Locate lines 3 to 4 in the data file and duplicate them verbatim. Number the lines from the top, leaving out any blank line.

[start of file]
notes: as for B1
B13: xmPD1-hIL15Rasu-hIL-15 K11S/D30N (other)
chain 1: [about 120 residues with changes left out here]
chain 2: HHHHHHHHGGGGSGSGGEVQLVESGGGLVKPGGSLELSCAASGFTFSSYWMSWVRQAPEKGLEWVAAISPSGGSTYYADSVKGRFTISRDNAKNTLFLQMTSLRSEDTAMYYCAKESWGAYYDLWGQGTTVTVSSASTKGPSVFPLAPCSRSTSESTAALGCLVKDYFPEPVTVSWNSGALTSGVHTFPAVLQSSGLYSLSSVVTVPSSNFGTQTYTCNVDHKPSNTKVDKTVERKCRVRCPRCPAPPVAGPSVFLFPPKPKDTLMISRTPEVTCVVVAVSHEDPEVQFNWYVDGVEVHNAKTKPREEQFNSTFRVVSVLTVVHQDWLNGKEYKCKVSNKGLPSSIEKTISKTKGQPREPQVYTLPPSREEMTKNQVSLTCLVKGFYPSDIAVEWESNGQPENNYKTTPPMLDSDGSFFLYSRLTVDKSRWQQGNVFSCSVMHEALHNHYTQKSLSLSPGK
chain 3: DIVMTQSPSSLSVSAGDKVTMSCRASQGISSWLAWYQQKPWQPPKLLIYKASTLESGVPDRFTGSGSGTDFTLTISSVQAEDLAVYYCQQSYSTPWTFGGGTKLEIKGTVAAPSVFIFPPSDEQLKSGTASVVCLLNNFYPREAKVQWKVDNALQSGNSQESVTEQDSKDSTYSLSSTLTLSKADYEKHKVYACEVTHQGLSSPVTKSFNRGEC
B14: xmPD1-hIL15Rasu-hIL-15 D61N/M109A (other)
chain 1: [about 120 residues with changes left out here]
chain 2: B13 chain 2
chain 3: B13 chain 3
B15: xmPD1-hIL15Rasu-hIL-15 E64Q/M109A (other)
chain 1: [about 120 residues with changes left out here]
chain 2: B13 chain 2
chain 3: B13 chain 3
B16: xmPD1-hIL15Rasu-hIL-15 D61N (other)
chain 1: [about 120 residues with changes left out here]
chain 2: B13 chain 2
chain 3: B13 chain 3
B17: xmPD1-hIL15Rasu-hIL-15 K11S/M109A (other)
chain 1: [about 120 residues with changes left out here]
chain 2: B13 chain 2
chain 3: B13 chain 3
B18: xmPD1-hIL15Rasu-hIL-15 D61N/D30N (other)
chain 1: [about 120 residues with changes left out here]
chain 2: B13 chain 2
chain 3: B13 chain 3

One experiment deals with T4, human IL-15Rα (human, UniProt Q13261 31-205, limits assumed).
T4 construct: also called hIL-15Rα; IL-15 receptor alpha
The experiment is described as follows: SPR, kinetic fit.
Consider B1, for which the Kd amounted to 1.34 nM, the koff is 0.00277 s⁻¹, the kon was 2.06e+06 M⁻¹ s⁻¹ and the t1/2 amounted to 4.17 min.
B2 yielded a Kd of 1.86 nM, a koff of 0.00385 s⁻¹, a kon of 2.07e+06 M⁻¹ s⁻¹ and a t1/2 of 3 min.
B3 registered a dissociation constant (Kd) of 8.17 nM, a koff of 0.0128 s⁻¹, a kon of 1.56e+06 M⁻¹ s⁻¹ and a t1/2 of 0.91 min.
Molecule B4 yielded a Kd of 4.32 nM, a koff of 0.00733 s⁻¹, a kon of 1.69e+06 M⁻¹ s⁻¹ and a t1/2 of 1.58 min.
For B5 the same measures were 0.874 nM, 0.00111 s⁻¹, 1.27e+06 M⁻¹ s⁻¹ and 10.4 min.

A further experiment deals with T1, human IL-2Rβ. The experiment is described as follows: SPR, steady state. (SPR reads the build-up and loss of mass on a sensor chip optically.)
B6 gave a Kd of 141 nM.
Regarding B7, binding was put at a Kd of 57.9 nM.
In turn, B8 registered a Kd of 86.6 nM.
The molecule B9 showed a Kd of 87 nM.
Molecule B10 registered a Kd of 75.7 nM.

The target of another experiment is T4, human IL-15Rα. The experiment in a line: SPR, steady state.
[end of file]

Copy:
chain 1: [about 120 residues with changes left out here]
chain 2: HHHHHHHHGGGGSGSGGEVQLVESGGGLVKPGGSLELSCAASGFTFSSYWMSWVRQAPEKGLEWVAAISPSGGSTYYADSVKGRFTISRDNAKNTLFLQMTSLRSEDTAMYYCAKESWGAYYDLWGQGTTVTVSSASTKGPSVFPLAPCSRSTSESTAALGCLVKDYFPEPVTVSWNSGALTSGVHTFPAVLQSSGLYSLSSVVTVPSSNFGTQTYTCNVDHKPSNTKVDKTVERKCRVRCPRCPAPPVAGPSVFLFPPKPKDTLMISRTPEVTCVVVAVSHEDPEVQFNWYVDGVEVHNAKTKPREEQFNSTFRVVSVLTVVHQDWLNGKEYKCKVSNKGLPSSIEKTISKTKGQPREPQVYTLPPSREEMTKNQVSLTCLVKGFYPSDIAVEWESNGQPENNYKTTPPMLDSDGSFFLYSRLTVDKSRWQQGNVFSCSVMHEALHNHYTQKSLSLSPGK